At Lanedo, we quite often deal with embedded hardware and need to compile packages for it. Most of the time, this is not done on the embedded hardware itself but on our more powerful desktop machines. And most of the time, the desktop machine has an Intel processor while the target device has for example an ARM processor, so we have to cross-compile the packages. Consider DirectFB for example, which we’ve recently been working with and because it’s a well behaved piece of software that is used to being cross-compiled.
You need two things for cross-compiling: a compiler that can produce binaries for the target platform, and the target platform’s libraries your binaries link against, which is at least lowlevel stuff like libc, libm etc. You can set up all of that yourself, but this is beyond the scope of this post. Typically when you have embedded hardware or a development board, the vendor provides a bootloader, kernel image and root filesystem for installation on the device and also a toolchain for installation on your build machine, which contains the cross-compiler and a sysroot which is a tree of files that match the root filesystem that is installed on your embedded hardware. When cross-compiling, you can link against the libraries in that sysroot as if they were the ones on your target system.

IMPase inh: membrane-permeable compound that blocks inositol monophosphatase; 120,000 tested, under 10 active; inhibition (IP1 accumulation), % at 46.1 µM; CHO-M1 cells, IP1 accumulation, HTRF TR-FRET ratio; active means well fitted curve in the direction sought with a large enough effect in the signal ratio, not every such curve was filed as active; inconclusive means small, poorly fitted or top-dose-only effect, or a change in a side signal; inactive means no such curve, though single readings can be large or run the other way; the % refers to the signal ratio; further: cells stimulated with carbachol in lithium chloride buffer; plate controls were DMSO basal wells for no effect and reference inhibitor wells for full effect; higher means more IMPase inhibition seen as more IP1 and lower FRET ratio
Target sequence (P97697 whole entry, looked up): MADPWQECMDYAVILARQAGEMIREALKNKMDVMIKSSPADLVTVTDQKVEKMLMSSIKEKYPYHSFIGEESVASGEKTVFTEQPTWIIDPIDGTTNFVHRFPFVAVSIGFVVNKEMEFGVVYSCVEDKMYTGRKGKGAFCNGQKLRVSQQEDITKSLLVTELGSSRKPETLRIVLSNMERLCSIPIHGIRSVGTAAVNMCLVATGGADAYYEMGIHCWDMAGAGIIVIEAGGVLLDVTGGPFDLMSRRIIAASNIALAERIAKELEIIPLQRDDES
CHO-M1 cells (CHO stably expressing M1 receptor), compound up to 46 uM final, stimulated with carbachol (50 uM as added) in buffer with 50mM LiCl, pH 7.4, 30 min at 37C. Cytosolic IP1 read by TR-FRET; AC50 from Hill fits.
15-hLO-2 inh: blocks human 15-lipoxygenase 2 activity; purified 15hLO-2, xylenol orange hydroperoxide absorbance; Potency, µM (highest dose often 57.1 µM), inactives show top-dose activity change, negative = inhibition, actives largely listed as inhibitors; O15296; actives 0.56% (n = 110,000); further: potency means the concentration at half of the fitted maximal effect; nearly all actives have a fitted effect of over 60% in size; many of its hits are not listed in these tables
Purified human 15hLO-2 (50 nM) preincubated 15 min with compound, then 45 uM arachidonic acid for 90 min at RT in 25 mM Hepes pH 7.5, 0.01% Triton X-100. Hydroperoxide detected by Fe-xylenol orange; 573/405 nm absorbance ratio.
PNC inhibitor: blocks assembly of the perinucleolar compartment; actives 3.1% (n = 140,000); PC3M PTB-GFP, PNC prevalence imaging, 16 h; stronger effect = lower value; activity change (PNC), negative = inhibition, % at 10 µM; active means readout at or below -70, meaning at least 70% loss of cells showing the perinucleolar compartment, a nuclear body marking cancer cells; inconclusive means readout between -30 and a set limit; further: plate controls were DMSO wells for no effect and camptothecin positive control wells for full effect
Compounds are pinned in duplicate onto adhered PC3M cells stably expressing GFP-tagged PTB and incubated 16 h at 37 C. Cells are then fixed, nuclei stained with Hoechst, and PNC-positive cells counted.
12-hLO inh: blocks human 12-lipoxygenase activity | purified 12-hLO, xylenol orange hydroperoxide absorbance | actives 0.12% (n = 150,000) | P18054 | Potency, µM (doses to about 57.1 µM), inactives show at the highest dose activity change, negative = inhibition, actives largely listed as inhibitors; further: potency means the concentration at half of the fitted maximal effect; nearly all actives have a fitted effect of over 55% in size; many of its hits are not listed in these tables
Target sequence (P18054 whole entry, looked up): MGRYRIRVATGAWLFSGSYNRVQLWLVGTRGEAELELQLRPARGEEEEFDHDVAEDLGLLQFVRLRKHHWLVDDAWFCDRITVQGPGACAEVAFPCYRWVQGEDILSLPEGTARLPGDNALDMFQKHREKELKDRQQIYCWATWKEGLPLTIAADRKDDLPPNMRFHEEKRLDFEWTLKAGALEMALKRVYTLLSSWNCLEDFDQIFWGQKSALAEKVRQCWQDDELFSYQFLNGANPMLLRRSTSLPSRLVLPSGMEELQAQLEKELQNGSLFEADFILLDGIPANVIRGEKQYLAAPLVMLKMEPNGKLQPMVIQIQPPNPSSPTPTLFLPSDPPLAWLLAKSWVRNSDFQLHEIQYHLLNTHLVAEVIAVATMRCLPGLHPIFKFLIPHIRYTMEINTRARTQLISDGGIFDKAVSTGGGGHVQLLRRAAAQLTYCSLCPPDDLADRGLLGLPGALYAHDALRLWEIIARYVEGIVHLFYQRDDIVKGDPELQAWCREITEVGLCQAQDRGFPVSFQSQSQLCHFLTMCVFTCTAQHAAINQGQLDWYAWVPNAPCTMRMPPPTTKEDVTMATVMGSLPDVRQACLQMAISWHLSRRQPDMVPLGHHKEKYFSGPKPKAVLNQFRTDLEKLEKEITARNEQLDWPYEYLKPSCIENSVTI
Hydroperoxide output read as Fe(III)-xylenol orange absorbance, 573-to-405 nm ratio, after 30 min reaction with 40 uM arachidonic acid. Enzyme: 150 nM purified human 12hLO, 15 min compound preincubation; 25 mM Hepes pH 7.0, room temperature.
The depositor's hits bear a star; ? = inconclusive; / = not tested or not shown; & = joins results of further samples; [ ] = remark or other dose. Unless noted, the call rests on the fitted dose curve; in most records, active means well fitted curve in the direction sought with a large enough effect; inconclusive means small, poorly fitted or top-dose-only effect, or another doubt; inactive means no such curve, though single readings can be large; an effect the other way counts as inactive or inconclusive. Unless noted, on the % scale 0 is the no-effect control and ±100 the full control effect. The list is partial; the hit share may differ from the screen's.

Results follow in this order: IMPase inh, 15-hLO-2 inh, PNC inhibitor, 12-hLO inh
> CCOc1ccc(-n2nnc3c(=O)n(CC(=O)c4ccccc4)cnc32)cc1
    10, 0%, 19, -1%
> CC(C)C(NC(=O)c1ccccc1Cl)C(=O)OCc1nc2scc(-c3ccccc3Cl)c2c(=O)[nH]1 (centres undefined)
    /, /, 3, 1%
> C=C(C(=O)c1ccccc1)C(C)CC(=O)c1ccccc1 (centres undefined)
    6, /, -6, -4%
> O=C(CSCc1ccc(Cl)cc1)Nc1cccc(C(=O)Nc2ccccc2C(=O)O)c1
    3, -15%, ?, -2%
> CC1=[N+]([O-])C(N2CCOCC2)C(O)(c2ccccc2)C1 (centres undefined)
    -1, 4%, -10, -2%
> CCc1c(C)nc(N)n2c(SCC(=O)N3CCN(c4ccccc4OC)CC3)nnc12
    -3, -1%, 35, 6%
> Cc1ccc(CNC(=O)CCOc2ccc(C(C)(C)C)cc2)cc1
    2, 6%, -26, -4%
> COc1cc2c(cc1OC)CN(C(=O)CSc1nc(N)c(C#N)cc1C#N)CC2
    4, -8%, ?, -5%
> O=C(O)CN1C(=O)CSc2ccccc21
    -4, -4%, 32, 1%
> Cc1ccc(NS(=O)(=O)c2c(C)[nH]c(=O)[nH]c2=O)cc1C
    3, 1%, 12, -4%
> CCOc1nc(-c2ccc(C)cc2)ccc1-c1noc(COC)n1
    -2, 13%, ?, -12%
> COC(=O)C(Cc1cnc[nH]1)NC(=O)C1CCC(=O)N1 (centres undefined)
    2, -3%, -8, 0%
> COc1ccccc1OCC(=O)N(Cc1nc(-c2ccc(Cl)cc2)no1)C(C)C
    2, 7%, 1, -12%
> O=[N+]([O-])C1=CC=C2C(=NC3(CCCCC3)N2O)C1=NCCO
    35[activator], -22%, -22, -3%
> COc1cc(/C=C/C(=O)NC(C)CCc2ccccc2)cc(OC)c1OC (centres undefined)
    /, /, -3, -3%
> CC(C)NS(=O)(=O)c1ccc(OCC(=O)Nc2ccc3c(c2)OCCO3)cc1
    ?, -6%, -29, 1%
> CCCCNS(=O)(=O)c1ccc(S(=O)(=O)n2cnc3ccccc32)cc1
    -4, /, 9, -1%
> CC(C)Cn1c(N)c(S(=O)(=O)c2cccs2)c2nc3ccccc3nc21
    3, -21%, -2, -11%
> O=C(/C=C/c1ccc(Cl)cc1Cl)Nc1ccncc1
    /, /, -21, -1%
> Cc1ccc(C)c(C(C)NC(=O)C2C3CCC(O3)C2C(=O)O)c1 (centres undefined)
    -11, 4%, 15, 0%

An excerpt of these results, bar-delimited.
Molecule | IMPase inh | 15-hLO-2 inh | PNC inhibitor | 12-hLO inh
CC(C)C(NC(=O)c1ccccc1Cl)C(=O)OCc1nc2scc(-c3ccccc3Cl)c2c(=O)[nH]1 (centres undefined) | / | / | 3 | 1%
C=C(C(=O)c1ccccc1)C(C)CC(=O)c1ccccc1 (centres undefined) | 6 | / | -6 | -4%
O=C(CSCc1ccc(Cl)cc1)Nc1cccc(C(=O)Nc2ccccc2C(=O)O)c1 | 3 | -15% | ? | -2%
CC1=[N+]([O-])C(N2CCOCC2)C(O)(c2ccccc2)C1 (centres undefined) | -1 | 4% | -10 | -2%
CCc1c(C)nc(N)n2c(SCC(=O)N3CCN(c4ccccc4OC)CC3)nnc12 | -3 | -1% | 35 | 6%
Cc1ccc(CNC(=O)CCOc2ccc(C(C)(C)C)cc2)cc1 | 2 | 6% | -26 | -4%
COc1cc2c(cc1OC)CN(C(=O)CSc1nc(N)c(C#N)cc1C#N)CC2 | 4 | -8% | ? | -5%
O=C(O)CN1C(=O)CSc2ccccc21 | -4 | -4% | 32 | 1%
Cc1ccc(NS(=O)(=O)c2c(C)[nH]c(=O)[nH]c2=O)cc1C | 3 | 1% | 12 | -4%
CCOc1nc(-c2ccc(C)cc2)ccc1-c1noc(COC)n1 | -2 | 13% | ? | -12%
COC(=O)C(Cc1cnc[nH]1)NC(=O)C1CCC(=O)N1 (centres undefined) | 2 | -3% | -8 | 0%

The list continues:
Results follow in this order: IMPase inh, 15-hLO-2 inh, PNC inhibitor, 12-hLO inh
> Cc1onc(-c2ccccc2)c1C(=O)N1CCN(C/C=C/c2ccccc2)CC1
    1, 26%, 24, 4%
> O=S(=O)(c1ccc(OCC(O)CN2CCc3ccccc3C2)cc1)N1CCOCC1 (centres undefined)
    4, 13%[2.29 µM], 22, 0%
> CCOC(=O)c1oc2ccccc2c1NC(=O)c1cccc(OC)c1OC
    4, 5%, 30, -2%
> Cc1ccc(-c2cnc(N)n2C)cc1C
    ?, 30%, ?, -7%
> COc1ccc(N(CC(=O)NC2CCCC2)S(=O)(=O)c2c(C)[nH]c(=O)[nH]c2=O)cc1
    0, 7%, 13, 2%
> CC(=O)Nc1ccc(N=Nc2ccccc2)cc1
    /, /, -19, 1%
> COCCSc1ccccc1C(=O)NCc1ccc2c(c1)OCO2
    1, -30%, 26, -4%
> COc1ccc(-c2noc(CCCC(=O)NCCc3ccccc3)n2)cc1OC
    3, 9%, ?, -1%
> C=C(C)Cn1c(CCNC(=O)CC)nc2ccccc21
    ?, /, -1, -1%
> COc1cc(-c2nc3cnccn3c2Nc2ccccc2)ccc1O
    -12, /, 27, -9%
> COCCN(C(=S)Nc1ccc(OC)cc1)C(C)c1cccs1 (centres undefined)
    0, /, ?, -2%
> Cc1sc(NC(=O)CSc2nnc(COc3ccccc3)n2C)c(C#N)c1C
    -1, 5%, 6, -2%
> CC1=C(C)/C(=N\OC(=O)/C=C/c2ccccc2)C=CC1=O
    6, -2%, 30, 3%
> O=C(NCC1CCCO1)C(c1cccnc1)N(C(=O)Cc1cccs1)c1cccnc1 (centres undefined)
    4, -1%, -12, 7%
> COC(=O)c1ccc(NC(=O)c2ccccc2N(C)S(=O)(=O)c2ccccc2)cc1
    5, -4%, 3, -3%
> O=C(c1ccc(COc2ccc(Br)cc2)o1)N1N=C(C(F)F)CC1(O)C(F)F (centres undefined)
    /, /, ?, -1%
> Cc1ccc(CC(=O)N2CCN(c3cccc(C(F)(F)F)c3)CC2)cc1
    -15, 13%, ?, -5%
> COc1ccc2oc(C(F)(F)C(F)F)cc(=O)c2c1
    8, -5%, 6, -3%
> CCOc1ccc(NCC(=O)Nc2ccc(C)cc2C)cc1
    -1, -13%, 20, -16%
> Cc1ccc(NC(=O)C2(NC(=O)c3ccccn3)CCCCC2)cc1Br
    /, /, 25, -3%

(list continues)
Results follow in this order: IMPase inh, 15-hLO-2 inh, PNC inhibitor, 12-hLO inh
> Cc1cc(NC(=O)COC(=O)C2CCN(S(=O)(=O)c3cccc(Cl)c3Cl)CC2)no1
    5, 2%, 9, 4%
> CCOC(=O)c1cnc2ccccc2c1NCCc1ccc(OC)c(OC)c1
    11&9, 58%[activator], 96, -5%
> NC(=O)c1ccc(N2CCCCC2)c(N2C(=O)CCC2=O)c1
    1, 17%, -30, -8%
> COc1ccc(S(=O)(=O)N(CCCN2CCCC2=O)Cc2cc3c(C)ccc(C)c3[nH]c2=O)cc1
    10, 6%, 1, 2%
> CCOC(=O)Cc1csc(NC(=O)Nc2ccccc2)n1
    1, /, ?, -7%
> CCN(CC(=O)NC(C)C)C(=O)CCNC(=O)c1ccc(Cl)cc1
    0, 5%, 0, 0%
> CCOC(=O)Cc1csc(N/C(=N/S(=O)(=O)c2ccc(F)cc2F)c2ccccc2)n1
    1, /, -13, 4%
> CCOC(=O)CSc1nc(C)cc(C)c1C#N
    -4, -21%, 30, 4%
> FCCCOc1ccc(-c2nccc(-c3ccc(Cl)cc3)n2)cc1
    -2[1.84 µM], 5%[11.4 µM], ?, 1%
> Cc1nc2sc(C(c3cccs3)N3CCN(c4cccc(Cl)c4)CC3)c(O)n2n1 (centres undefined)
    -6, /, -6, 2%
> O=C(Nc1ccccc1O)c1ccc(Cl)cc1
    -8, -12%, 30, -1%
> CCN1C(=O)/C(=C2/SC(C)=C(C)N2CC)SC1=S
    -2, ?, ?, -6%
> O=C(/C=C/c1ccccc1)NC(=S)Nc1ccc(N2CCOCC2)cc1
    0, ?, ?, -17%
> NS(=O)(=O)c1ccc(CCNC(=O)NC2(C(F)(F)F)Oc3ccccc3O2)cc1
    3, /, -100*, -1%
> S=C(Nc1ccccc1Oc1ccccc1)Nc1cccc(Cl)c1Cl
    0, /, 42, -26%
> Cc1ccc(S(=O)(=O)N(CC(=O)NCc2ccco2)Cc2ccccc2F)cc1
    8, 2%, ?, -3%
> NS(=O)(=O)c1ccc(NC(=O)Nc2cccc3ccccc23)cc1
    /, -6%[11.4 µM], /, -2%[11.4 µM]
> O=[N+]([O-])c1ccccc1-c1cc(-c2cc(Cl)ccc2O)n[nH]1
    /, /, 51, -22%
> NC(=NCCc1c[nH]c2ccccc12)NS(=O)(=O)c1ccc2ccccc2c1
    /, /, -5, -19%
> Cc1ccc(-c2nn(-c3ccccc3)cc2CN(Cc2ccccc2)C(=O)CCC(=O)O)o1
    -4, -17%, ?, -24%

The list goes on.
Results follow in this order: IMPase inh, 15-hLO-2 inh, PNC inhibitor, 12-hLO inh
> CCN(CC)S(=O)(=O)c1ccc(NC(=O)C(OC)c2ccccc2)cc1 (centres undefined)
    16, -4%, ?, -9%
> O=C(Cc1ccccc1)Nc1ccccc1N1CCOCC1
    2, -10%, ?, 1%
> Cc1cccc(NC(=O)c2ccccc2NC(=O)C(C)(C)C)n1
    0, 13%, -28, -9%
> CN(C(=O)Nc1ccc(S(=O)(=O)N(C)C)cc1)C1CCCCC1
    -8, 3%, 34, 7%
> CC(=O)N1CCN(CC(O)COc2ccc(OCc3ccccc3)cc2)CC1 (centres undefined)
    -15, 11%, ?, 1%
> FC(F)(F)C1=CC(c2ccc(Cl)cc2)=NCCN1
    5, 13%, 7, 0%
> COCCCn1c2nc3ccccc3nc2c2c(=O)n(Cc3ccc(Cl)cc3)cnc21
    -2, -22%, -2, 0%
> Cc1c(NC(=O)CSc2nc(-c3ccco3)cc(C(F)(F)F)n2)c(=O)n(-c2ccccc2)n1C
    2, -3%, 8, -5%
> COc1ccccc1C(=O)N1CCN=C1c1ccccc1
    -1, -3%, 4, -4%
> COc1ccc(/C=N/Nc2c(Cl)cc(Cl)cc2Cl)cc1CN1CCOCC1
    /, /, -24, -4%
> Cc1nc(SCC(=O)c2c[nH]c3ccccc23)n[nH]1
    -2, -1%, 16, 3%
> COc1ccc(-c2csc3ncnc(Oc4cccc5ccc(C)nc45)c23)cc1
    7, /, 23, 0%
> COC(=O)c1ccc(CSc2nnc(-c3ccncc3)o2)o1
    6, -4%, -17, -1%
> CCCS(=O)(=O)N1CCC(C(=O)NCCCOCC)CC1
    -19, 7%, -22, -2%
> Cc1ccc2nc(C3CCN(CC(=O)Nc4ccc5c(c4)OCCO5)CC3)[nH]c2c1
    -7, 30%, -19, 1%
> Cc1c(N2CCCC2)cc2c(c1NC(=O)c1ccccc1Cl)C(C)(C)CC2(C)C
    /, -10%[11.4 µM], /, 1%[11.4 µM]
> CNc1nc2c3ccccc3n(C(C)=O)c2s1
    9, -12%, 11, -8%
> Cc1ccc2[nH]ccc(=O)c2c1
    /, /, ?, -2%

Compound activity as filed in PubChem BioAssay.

Let’s assume you have a toolchain and sysroot from your device’s vendor and they install into the following directories:
It’s perhaps not enough to build your packages for the target system, often software depends on auxillary or their own build tools (needed to run on your build system). For building DirectFB from git, we need a tool called fluxcomp and DirectFB itself builds a tool called directfb-csource which may be needed when building DirectFB applications. We assume we do not want to pollute our build system with this so we set up a proper development prefix:
mkdir /local/dfb mkdir /local/dfb/src
In order to set up the environment for that prefix, we create a file that contains all the variables needed:
# host-env.sh PREFIX=/local/dfb # set up the stuff we need anyway export PATH=$PREFIX/bin:$PATH export LD_LIBRARY_PATH=$PREFIX/lib:$LD_LIBRARY_PATH export ACLOCAL_FLAGS="-I $PREFIX/share/aclocal" export PKG_CONFIG_PATH=$PREFIX/lib/pkgconfig:$PKG_CONFIG_PATH # set up stuff some legacy (non pkg-config) packages might need export CPPFLAGS=-I$PREFIX/include export LDFLAGS=-L$PREFIX/lib # set the terminal title so we always see where we are echo -en "\033]0;$PREFIX - local x86 env\a"
Now we are ready to build our local build tools: